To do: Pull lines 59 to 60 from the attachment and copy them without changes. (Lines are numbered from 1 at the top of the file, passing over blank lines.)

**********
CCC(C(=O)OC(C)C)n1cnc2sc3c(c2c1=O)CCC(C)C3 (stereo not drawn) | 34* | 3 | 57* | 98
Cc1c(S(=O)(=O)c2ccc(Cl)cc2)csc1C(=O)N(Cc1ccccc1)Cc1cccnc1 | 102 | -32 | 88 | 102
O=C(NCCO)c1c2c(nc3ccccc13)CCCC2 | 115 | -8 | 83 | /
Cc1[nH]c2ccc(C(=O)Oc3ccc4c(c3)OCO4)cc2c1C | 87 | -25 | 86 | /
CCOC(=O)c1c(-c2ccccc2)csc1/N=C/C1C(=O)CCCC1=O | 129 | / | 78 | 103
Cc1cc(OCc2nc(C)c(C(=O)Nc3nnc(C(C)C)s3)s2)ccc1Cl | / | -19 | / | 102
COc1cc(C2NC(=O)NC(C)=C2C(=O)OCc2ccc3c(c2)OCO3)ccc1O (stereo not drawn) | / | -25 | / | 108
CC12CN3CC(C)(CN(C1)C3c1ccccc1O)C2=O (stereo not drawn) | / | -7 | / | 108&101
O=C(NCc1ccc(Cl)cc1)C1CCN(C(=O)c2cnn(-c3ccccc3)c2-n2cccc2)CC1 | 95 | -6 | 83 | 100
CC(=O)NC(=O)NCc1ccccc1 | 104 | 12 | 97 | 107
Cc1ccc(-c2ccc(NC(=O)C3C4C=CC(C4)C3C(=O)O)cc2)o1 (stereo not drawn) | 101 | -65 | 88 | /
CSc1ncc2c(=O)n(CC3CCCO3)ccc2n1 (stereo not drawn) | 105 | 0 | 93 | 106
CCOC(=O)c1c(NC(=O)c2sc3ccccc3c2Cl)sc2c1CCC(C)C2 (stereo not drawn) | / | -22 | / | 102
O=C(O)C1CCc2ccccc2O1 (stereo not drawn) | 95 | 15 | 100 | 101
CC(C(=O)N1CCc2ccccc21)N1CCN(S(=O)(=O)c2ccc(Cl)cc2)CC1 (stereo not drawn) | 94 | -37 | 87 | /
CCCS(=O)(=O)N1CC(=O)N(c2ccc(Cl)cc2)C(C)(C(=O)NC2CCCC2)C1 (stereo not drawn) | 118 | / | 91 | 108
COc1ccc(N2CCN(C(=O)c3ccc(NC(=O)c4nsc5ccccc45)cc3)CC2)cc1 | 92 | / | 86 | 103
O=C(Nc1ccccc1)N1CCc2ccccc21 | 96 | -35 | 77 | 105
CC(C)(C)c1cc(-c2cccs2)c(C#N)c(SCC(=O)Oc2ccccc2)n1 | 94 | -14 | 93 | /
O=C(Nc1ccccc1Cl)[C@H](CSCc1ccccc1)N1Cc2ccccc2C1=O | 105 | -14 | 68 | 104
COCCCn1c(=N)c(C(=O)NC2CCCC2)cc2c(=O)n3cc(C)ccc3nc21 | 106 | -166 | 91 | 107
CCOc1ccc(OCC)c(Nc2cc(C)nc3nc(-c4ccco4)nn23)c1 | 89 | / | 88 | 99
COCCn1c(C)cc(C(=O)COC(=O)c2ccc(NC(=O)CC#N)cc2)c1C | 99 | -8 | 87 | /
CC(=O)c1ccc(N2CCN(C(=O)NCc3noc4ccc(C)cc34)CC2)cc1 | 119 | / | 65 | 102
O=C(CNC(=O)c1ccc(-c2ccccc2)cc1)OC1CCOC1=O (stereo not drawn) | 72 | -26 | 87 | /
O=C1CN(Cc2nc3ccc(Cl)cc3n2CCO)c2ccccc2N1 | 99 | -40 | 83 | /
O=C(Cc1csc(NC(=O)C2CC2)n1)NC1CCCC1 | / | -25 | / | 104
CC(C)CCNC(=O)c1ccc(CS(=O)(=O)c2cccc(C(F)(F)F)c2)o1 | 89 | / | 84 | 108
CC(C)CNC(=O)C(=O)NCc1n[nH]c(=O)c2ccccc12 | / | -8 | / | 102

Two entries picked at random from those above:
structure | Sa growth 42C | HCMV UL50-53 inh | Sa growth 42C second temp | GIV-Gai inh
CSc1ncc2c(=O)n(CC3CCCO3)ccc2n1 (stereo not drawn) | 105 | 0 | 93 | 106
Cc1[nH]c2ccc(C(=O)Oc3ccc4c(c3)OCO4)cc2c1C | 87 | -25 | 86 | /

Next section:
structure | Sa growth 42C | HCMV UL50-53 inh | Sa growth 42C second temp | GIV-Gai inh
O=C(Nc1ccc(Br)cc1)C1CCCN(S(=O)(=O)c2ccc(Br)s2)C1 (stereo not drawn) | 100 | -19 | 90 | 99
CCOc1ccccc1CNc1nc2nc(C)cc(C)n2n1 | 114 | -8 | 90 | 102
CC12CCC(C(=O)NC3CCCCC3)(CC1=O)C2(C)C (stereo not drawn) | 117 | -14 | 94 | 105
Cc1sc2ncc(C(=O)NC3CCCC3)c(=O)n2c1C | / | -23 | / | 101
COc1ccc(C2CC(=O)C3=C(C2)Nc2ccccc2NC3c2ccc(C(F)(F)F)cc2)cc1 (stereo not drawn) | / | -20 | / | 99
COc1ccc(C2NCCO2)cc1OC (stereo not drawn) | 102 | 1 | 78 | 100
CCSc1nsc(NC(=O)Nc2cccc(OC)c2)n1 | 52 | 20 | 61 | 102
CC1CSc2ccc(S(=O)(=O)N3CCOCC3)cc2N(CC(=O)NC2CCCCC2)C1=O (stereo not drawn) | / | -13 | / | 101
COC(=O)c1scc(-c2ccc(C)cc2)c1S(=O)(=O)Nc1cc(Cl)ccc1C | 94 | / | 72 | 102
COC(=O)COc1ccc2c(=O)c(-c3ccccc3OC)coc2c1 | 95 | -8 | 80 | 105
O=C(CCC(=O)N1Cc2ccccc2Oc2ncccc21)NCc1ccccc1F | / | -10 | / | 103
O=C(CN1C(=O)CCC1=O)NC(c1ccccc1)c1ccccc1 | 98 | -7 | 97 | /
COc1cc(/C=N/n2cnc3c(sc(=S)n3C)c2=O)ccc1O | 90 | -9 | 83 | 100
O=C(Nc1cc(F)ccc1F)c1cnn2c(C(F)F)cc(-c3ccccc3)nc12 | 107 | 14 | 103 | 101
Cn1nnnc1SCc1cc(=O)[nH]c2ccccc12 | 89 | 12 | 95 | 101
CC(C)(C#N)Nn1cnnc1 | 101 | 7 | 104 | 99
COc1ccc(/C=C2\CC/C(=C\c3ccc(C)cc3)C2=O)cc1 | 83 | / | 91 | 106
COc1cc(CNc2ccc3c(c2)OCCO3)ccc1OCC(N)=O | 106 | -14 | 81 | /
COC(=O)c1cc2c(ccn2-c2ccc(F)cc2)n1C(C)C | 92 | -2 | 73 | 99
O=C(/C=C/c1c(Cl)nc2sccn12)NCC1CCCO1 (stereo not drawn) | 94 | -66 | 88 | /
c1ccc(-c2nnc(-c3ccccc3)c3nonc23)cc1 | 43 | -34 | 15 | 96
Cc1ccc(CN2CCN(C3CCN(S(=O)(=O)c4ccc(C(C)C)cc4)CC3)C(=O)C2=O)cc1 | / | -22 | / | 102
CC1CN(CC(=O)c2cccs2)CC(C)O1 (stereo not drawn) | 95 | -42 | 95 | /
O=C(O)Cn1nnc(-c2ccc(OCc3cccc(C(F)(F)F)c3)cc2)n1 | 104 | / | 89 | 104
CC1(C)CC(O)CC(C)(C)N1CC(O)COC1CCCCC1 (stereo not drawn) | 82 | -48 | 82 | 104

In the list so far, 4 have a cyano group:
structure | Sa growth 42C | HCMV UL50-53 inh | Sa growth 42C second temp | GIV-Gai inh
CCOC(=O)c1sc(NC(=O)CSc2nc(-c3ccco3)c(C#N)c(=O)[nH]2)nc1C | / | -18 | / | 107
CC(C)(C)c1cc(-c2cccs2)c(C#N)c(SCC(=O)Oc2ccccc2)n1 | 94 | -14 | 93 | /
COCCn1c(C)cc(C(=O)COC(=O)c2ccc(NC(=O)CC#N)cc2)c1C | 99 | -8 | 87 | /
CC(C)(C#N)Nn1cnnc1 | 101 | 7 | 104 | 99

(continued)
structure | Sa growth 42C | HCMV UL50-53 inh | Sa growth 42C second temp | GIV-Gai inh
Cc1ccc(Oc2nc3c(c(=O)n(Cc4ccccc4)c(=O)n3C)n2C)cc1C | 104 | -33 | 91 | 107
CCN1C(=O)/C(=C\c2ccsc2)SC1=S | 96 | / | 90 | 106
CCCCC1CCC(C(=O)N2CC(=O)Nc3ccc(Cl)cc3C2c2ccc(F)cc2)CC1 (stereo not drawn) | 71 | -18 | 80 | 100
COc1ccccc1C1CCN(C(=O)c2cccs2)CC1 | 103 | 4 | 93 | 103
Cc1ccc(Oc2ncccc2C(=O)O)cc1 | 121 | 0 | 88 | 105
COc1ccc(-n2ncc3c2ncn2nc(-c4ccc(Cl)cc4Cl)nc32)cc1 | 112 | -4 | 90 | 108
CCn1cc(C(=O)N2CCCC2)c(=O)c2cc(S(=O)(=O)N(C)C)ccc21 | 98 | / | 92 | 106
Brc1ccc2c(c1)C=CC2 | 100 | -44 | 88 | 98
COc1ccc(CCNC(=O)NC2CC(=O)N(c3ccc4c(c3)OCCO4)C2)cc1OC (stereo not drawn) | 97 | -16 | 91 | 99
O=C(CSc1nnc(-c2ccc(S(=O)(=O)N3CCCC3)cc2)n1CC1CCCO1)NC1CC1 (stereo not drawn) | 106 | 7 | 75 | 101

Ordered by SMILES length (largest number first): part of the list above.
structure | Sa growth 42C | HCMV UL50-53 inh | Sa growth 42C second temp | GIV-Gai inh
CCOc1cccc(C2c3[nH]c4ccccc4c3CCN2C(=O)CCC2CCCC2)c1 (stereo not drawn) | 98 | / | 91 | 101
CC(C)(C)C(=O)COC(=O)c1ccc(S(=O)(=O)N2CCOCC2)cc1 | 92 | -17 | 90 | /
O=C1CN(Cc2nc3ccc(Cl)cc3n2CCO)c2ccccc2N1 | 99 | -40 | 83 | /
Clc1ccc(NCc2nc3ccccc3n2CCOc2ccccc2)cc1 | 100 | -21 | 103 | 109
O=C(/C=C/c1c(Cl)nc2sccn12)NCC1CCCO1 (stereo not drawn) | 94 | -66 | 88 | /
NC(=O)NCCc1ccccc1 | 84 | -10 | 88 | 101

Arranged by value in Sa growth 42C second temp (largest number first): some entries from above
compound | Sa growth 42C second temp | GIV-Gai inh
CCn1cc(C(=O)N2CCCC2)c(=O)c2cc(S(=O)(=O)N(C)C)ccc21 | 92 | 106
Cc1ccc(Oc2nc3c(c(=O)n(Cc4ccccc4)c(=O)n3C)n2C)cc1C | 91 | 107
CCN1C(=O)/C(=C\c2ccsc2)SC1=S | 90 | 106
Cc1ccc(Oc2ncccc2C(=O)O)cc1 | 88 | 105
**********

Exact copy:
O=C(O)Cn1nnc(-c2ccc(OCc3cccc(C(F)(F)F)c3)cc2)n1 | 104 | / | 89 | 104
CC1(C)CC(O)CC(C)(C)N1CC(O)COC1CCCCC1 (stereo not drawn) | 82 | -48 | 82 | 104